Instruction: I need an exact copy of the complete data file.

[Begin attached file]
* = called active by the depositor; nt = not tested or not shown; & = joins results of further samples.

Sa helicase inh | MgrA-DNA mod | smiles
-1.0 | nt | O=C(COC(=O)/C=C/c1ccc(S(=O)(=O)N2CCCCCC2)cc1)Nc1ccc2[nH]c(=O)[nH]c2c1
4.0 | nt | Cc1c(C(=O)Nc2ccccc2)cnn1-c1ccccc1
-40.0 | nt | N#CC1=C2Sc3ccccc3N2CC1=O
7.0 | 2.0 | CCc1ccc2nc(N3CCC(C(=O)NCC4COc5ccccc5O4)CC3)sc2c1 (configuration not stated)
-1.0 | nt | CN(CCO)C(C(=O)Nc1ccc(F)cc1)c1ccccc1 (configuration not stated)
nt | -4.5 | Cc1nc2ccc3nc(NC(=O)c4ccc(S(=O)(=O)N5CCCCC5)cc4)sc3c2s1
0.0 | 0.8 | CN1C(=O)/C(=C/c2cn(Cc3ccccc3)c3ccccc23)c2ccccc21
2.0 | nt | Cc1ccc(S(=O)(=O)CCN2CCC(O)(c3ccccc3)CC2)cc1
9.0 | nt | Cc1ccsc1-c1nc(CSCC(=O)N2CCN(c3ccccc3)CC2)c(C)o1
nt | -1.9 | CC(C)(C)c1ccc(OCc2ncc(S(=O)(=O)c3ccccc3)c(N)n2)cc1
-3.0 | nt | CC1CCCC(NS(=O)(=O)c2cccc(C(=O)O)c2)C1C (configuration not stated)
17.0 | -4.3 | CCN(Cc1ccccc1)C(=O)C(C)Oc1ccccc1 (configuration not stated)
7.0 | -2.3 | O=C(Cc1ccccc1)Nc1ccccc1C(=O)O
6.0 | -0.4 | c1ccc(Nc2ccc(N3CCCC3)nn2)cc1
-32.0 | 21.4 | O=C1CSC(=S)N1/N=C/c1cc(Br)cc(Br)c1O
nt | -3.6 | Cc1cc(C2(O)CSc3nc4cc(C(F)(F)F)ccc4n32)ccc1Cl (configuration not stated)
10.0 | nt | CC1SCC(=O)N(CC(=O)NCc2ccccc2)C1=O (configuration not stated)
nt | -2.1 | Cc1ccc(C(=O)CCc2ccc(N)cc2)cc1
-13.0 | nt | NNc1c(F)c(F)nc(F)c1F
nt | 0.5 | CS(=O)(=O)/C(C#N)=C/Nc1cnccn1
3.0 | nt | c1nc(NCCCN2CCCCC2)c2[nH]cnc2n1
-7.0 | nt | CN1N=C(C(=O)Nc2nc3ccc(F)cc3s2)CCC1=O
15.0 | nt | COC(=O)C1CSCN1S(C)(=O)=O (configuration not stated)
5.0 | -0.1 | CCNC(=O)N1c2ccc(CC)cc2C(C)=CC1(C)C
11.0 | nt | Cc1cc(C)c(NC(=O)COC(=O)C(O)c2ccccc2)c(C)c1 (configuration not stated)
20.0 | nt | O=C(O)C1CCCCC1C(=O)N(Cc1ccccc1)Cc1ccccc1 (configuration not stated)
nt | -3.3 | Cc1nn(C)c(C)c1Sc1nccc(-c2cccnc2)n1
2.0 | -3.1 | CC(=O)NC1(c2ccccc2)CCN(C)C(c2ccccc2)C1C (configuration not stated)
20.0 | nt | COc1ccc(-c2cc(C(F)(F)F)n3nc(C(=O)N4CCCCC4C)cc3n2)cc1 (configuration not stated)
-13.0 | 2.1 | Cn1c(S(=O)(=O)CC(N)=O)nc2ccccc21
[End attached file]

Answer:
* = called active by the depositor; nt = not tested or not shown; & = joins results of further samples.

Sa helicase inh | MgrA-DNA mod | smiles
-1.0 | nt | O=C(COC(=O)/C=C/c1ccc(S(=O)(=O)N2CCCCCC2)cc1)Nc1ccc2[nH]c(=O)[nH]c2c1
4.0 | nt | Cc1c(C(=O)Nc2ccccc2)cnn1-c1ccccc1
-40.0 | nt | N#CC1=C2Sc3ccccc3N2CC1=O
7.0 | 2.0 | CCc1ccc2nc(N3CCC(C(=O)NCC4COc5ccccc5O4)CC3)sc2c1 (configuration not stated)
-1.0 | nt | CN(CCO)C(C(=O)Nc1ccc(F)cc1)c1ccccc1 (configuration not stated)
nt | -4.5 | Cc1nc2ccc3nc(NC(=O)c4ccc(S(=O)(=O)N5CCCCC5)cc4)sc3c2s1
0.0 | 0.8 | CN1C(=O)/C(=C/c2cn(Cc3ccccc3)c3ccccc23)c2ccccc21
2.0 | nt | Cc1ccc(S(=O)(=O)CCN2CCC(O)(c3ccccc3)CC2)cc1
9.0 | nt | Cc1ccsc1-c1nc(CSCC(=O)N2CCN(c3ccccc3)CC2)c(C)o1
nt | -1.9 | CC(C)(C)c1ccc(OCc2ncc(S(=O)(=O)c3ccccc3)c(N)n2)cc1
-3.0 | nt | CC1CCCC(NS(=O)(=O)c2cccc(C(=O)O)c2)C1C (configuration not stated)
17.0 | -4.3 | CCN(Cc1ccccc1)C(=O)C(C)Oc1ccccc1 (configuration not stated)
7.0 | -2.3 | O=C(Cc1ccccc1)Nc1ccccc1C(=O)O
6.0 | -0.4 | c1ccc(Nc2ccc(N3CCCC3)nn2)cc1
-32.0 | 21.4 | O=C1CSC(=S)N1/N=C/c1cc(Br)cc(Br)c1O
nt | -3.6 | Cc1cc(C2(O)CSc3nc4cc(C(F)(F)F)ccc4n32)ccc1Cl (configuration not stated)
10.0 | nt | CC1SCC(=O)N(CC(=O)NCc2ccccc2)C1=O (configuration not stated)
nt | -2.1 | Cc1ccc(C(=O)CCc2ccc(N)cc2)cc1
-13.0 | nt | NNc1c(F)c(F)nc(F)c1F
nt | 0.5 | CS(=O)(=O)/C(C#N)=C/Nc1cnccn1
3.0 | nt | c1nc(NCCCN2CCCCC2)c2[nH]cnc2n1
-7.0 | nt | CN1N=C(C(=O)Nc2nc3ccc(F)cc3s2)CCC1=O
15.0 | nt | COC(=O)C1CSCN1S(C)(=O)=O (configuration not stated)
5.0 | -0.1 | CCNC(=O)N1c2ccc(CC)cc2C(C)=CC1(C)C
11.0 | nt | Cc1cc(C)c(NC(=O)COC(=O)C(O)c2ccccc2)c(C)c1 (configuration not stated)
20.0 | nt | O=C(O)C1CCCCC1C(=O)N(Cc1ccccc1)Cc1ccccc1 (configuration not stated)
nt | -3.3 | Cc1nn(C)c(C)c1Sc1nccc(-c2cccnc2)n1
2.0 | -3.1 | CC(=O)NC1(c2ccccc2)CCN(C)C(c2ccccc2)C1C (configuration not stated)
20.0 | nt | COc1ccc(-c2cc(C(F)(F)F)n3nc(C(=O)N4CCCCC4C)cc3n2)cc1 (configuration not stated)
-13.0 | 2.1 | Cn1c(S(=O)(=O)CC(N)=O)nc2ccccc21